The best things in life are often the simplest. These wise words certainly apply to my recipe this week. There aren’t many dishes more straightforward than a tattie scone. Just 3 ingredients, plus some oil to cook them in, and that’s it.
The tattie (potato) scone is synonymous with Scotland. Just about every self-respecting baker makes his or her own, and no supermarket bakery aisle is complete without them. The scones are a good way of using up leftover boiled potato which is mashed and bound with wheat flour, but gluten-free works fine. Tattie scones are usually quite thin, but I make mine a bit thicker (about 1cm) as I find the mixture easier to work with. Eat them warm as part of a savoury meal (often served as part of a hearty breakfast) or as a snack spread with butter and jam. The scones make a great alternative to bread as an accompaniment to a soup or stew as they are perfect for mopping up gravy or a sauce.
I dug up the last of my home-grown potatoes this week, and decided that there was no better way to enjoy them, than by making up a batch of my own scones. I’ve been growing the same main crop variety (Pink Fir Apple) for a few years now, and haven’t found any other to rival it in texture or flavour. The potatoes are pink-skinned and can be very knobbly indeed. The flesh is creamy-yellow in colour, sometimes flecked or ringed with pink, and when cooked, it becomes dry and floury in texture. The flavour is slightly sweet and earthy. Pink Fir Apples potatoes are perfect for crushed or mashed potato. and also roast well. They can be cooked and eaten peeled or unpeeled.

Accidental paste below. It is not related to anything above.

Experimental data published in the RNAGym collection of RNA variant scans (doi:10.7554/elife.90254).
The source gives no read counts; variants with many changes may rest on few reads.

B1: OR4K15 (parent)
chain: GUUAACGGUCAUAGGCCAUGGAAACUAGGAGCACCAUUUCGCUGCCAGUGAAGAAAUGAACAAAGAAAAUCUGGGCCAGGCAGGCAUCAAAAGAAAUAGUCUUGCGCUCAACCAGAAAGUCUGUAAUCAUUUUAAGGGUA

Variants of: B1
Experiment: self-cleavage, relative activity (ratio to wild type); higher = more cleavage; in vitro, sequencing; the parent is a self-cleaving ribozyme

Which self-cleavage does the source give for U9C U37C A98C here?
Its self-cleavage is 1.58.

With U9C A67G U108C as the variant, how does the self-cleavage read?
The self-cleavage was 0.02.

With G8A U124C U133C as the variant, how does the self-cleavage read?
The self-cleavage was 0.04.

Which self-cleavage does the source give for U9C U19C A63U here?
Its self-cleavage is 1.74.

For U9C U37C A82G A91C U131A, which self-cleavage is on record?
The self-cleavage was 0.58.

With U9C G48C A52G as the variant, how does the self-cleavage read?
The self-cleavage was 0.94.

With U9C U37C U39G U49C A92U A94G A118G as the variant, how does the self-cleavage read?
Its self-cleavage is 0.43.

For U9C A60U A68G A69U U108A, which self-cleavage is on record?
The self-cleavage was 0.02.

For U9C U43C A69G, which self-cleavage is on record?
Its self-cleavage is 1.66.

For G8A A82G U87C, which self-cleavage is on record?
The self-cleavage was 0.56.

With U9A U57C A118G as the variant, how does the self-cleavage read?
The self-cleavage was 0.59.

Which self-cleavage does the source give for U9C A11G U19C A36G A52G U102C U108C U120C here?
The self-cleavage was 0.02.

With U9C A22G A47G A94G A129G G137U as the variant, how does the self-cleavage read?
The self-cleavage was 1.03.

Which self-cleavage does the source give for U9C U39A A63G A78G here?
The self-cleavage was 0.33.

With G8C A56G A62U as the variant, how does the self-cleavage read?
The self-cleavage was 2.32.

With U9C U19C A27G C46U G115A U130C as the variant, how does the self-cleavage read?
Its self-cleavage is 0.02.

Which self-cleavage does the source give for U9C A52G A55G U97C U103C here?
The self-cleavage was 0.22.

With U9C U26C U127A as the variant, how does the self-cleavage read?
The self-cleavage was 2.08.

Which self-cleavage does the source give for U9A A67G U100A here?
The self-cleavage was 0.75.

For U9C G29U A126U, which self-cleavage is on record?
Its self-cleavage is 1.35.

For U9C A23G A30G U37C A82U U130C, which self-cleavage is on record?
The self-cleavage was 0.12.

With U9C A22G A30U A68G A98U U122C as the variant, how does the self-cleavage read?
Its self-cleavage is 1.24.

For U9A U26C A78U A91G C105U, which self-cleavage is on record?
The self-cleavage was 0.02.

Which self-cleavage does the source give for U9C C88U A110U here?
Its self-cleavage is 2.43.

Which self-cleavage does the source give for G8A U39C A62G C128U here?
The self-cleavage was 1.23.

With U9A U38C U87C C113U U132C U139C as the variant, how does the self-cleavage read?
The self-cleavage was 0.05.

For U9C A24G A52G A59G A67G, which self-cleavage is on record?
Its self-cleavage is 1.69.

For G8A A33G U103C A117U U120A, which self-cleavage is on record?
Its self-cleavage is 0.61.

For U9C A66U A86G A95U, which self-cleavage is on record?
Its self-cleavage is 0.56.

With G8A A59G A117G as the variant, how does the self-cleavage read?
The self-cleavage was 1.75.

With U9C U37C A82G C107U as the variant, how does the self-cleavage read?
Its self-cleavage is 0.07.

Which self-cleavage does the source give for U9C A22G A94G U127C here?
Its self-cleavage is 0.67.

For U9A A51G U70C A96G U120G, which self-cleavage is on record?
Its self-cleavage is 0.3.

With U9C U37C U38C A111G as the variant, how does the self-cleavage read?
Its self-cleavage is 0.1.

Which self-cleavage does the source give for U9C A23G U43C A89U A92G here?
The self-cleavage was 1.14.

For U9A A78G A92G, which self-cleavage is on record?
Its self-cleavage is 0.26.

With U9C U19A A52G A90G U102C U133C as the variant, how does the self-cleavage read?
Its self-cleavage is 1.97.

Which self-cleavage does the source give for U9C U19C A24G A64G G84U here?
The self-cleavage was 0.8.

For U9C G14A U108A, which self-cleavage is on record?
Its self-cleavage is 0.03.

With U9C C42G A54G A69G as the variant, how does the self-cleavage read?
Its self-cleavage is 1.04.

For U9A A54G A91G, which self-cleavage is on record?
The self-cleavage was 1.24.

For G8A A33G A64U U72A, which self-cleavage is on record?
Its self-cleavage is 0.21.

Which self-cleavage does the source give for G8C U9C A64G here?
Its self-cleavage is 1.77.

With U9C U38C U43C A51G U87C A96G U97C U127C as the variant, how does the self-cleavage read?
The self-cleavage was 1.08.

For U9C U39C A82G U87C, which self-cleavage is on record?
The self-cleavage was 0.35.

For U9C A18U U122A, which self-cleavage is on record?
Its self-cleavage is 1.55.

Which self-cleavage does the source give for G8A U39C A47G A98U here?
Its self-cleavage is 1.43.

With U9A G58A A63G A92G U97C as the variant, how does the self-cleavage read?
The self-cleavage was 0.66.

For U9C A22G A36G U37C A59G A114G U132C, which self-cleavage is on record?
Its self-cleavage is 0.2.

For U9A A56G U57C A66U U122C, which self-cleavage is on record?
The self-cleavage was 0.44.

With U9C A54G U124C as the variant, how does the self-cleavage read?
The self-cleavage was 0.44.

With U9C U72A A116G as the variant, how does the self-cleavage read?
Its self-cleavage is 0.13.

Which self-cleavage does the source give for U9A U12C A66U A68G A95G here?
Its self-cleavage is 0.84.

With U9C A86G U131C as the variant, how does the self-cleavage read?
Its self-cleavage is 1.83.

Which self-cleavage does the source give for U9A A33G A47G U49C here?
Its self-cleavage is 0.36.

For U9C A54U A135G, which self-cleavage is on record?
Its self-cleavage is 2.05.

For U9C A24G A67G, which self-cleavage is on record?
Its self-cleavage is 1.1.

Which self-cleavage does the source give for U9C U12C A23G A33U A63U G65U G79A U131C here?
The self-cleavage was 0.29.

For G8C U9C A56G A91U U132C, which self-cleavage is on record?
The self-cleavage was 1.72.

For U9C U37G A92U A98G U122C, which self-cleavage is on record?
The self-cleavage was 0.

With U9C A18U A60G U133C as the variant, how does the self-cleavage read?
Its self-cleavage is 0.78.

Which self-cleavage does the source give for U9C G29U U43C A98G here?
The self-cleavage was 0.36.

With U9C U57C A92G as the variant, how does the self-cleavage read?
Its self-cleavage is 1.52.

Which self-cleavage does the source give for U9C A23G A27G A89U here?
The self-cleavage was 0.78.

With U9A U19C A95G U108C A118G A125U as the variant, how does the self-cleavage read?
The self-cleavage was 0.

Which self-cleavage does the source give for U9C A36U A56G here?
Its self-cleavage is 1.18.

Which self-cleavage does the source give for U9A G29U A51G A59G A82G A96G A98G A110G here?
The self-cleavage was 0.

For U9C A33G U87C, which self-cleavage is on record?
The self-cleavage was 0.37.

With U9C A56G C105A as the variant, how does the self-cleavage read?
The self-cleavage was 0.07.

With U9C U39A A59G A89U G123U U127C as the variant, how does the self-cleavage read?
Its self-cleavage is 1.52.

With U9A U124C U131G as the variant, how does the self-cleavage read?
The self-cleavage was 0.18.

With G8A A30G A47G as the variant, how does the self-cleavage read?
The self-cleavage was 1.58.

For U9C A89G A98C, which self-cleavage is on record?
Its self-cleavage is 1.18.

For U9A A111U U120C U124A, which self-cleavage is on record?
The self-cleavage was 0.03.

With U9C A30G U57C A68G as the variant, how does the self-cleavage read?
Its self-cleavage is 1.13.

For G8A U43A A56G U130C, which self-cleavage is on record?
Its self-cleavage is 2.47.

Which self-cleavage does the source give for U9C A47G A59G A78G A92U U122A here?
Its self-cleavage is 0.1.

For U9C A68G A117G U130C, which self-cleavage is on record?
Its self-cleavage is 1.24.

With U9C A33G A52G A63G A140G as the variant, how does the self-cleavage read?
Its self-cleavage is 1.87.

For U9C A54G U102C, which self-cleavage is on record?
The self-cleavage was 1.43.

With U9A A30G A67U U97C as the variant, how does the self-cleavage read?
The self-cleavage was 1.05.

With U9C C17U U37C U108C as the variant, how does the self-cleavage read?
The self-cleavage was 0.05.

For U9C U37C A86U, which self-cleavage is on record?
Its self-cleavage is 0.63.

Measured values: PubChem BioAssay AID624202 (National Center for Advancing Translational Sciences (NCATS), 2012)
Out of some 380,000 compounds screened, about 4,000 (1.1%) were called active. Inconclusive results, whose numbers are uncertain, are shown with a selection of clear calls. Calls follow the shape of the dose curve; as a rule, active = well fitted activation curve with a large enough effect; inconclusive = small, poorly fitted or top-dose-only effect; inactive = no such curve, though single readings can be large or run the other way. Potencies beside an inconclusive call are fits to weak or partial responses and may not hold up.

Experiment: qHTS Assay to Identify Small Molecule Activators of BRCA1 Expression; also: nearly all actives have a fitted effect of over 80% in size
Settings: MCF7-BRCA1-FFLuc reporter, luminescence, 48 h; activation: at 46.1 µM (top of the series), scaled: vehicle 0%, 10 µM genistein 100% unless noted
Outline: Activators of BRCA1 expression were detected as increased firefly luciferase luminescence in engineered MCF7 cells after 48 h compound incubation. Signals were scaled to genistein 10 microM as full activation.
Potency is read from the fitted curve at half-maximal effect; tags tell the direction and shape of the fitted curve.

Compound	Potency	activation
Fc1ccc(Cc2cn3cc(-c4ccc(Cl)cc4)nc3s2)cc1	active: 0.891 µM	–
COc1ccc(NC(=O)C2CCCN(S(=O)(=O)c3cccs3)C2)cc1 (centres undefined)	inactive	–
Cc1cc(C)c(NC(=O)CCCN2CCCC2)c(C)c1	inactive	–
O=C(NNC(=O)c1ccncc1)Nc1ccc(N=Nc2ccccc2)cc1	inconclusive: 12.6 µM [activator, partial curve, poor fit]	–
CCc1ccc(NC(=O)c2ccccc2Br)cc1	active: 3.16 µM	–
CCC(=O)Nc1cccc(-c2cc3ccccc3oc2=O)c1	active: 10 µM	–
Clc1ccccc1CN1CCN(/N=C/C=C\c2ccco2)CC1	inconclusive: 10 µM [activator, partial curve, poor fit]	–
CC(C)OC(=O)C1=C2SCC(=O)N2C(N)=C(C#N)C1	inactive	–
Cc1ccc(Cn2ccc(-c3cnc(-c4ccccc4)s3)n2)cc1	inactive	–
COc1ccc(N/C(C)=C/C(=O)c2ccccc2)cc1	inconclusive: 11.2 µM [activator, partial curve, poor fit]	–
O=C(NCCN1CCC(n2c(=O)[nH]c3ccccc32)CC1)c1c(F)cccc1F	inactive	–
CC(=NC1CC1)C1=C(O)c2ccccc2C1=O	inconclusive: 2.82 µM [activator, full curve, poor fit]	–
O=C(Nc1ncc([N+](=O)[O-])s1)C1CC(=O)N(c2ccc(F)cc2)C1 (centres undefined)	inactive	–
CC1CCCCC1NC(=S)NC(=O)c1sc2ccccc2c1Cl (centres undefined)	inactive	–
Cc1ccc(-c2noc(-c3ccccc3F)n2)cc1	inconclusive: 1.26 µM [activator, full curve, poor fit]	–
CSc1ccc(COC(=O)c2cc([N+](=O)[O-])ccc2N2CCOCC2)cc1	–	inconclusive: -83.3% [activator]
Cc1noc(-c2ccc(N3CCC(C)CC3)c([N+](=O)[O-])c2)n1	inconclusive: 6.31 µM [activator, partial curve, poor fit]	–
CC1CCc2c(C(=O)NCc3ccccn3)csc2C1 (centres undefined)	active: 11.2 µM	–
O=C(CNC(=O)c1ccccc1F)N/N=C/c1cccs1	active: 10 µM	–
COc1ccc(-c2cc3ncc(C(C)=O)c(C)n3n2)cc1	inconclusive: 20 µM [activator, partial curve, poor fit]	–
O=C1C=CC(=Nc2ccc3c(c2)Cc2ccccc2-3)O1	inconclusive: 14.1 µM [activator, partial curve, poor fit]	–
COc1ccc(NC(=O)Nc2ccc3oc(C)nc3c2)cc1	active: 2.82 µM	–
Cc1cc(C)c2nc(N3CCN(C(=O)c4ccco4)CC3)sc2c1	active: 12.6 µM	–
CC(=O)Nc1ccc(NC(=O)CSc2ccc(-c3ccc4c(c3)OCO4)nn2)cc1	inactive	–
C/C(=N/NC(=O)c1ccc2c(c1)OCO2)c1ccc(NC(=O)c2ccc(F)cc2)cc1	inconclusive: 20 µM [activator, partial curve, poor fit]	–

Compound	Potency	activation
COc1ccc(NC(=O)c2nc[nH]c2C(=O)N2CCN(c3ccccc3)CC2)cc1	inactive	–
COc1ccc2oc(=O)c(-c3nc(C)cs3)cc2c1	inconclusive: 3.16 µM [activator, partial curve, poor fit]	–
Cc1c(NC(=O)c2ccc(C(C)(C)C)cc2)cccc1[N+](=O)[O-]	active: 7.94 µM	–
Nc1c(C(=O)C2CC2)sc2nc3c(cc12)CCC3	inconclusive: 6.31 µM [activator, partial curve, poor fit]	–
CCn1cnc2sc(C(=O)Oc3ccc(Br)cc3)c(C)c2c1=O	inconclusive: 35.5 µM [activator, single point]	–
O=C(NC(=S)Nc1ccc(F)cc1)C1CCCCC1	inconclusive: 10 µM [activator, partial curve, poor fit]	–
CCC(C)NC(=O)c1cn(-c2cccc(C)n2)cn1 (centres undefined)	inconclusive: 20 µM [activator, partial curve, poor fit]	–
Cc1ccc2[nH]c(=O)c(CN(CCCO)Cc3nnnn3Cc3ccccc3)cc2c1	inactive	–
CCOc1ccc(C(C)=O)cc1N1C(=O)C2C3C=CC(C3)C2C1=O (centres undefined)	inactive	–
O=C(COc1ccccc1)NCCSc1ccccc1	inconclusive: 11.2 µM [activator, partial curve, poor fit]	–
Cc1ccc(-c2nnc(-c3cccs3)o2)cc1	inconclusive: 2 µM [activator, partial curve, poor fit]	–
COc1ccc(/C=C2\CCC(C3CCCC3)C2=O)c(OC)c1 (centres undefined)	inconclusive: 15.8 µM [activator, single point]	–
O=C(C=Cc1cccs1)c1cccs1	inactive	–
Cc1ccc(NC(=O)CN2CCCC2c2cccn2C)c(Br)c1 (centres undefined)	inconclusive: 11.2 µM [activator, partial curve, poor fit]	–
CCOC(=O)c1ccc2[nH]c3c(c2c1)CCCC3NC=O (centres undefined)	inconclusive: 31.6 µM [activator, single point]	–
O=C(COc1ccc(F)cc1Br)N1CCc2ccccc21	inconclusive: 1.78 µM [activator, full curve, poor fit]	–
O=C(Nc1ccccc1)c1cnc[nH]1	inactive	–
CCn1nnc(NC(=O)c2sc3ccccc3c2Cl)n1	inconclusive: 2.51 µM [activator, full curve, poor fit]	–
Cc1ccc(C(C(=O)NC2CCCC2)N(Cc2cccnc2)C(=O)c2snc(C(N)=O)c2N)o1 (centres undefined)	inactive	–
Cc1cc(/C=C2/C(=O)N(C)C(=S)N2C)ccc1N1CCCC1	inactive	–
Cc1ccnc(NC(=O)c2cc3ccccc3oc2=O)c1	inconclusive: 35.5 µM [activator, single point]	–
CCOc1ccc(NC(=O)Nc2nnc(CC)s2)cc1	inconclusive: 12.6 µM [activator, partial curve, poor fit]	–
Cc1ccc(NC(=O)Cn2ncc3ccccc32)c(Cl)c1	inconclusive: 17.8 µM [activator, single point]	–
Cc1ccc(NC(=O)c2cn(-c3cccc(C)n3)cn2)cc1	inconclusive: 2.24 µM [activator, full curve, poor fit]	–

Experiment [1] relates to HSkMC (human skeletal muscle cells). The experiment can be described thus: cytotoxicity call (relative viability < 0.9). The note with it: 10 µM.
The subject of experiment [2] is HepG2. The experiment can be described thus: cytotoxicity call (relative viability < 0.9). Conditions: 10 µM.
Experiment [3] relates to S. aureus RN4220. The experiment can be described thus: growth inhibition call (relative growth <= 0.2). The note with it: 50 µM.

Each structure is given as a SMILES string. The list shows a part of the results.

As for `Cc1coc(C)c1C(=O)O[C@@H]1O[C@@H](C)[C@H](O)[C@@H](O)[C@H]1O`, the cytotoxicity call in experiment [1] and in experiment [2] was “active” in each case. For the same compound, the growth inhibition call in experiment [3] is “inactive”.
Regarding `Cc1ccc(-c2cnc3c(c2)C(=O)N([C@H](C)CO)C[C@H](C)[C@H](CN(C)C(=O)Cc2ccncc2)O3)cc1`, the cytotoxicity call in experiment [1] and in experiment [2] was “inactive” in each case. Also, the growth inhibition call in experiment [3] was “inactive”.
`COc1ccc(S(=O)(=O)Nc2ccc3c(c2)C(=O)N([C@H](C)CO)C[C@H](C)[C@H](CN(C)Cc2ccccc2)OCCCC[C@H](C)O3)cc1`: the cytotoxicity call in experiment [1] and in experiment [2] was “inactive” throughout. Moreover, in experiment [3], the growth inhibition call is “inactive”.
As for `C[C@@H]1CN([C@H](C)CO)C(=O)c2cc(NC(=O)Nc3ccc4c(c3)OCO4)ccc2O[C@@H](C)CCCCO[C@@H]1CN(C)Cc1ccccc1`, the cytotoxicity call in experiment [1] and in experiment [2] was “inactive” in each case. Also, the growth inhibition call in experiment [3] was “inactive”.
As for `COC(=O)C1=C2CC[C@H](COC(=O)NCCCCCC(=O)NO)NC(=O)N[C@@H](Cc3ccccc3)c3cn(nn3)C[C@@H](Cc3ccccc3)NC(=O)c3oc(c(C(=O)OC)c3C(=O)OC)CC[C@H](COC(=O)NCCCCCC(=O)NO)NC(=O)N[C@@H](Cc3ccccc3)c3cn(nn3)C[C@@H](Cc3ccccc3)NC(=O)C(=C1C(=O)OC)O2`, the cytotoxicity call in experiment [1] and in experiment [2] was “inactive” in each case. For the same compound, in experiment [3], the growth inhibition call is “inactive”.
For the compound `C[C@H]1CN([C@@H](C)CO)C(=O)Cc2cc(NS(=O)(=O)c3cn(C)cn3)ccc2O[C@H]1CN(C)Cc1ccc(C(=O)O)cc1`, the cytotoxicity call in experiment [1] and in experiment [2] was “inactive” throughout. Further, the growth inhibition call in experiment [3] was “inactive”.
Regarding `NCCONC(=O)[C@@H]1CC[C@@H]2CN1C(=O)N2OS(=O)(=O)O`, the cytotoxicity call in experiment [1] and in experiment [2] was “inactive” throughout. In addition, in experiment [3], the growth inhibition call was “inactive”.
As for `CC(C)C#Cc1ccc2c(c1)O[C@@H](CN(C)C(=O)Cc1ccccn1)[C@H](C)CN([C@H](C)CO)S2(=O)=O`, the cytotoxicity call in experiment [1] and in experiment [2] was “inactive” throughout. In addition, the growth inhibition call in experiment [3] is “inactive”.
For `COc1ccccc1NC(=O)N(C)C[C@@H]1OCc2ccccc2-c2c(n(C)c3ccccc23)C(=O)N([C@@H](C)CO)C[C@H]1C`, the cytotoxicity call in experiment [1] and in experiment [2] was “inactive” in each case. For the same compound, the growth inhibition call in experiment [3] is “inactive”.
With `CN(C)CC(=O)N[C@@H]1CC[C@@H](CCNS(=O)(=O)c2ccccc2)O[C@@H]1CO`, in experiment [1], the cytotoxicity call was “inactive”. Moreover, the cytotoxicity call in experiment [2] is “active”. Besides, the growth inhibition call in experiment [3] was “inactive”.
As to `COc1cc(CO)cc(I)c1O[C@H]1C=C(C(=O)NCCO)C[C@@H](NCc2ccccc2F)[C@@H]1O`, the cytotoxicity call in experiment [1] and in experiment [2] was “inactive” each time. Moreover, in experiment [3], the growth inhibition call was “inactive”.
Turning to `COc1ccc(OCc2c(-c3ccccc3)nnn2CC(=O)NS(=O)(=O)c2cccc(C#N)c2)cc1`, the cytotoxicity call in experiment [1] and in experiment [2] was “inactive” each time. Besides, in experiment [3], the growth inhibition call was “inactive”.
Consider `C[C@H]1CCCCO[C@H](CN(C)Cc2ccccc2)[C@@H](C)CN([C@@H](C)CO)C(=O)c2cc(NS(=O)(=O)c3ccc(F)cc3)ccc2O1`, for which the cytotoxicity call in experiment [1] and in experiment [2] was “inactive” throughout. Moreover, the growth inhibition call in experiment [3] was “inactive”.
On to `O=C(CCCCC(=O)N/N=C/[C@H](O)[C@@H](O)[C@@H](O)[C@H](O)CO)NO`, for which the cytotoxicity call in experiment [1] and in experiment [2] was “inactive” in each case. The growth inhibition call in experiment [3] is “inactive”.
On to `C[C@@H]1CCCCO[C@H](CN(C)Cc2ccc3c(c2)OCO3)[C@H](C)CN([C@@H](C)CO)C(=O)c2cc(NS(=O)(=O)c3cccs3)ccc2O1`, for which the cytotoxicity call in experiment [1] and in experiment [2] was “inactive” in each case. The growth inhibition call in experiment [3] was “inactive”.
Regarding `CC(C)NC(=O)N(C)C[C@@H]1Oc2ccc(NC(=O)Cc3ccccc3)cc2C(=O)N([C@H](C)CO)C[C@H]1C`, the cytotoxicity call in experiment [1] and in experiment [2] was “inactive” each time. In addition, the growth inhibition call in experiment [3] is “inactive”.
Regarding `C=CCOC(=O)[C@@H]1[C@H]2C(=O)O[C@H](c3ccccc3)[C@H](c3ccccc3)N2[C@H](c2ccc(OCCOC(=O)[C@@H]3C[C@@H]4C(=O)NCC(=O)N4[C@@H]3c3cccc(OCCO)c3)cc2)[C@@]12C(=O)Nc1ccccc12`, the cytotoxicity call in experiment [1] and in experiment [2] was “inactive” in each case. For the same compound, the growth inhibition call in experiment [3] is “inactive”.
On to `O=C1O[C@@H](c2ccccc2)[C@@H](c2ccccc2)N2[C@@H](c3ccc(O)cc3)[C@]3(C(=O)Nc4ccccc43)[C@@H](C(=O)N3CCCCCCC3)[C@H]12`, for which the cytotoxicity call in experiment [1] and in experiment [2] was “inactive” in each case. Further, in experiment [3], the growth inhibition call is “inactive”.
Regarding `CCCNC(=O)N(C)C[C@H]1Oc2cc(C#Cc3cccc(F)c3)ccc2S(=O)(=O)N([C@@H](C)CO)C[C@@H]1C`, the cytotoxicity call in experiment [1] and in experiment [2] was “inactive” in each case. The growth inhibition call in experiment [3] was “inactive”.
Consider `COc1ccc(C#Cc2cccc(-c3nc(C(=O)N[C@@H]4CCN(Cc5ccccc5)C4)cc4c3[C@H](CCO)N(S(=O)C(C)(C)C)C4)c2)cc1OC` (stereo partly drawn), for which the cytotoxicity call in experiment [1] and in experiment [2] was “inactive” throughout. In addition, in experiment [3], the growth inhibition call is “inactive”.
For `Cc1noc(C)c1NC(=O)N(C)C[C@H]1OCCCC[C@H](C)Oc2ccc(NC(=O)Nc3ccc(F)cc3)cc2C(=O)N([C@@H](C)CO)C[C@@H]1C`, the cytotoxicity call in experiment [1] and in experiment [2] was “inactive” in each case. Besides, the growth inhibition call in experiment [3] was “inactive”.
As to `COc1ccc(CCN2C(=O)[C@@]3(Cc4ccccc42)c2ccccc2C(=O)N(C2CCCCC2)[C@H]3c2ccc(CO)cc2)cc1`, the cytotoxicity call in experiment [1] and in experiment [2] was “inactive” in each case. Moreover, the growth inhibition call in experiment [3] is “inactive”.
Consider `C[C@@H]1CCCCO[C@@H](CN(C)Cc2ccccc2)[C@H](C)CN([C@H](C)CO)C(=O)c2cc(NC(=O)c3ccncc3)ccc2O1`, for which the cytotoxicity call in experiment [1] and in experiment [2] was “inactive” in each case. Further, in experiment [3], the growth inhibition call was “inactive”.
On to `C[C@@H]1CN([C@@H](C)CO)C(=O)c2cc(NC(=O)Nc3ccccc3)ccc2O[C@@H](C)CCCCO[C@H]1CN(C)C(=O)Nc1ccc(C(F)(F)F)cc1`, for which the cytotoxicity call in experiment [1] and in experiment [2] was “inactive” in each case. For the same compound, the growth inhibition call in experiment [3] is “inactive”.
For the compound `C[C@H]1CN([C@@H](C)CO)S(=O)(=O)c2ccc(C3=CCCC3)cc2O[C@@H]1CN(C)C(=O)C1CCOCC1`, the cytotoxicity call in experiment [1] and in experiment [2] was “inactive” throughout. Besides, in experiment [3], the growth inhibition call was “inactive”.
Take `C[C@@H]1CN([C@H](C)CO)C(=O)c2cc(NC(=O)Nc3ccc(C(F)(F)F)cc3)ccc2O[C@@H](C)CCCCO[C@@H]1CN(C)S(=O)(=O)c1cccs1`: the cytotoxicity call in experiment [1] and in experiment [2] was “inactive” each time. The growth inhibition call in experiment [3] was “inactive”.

Here’s my recipe.
- 400g main crop potatoes
- 1 tsp salt
- 40g gluten-free self-raising flour blend (such as Dove’s Farm)
- Vegetable oil for frying
- Peel the potatoes thinly, cut into small pieces, and place in a saucepan. Cover with water and add half the salt. Bring to the boil and cook for 8-10 minutes or until completely tender. Drain well through a colander or strainer, and leave to air-dry for 10 minutes.
- Return the potatoes to the saucepan and mash finely with a potato masher. If you have a ricer, use this to achieve a super-smooth texture.
- While the mash is still fairly hot, add the remaining salt and sift the flour on top. Gently work the ingredients together to make a pliable dough.
- Turn the dough on to a lightly floured work surface and roll to form a round about 18cm diameter – roll to 20cm for slightly thinner scones. Cut into 6 triangular wedges.
- Brush a large frying pan or flat griddle pan generously with oil and heat until hot. Cook the scones for 2-3 minutes on each side until lightly golden. Drain and serve warm. You can reheat the scones successfully, by either popping them in the frying pan again or under the grill to lightly toast them.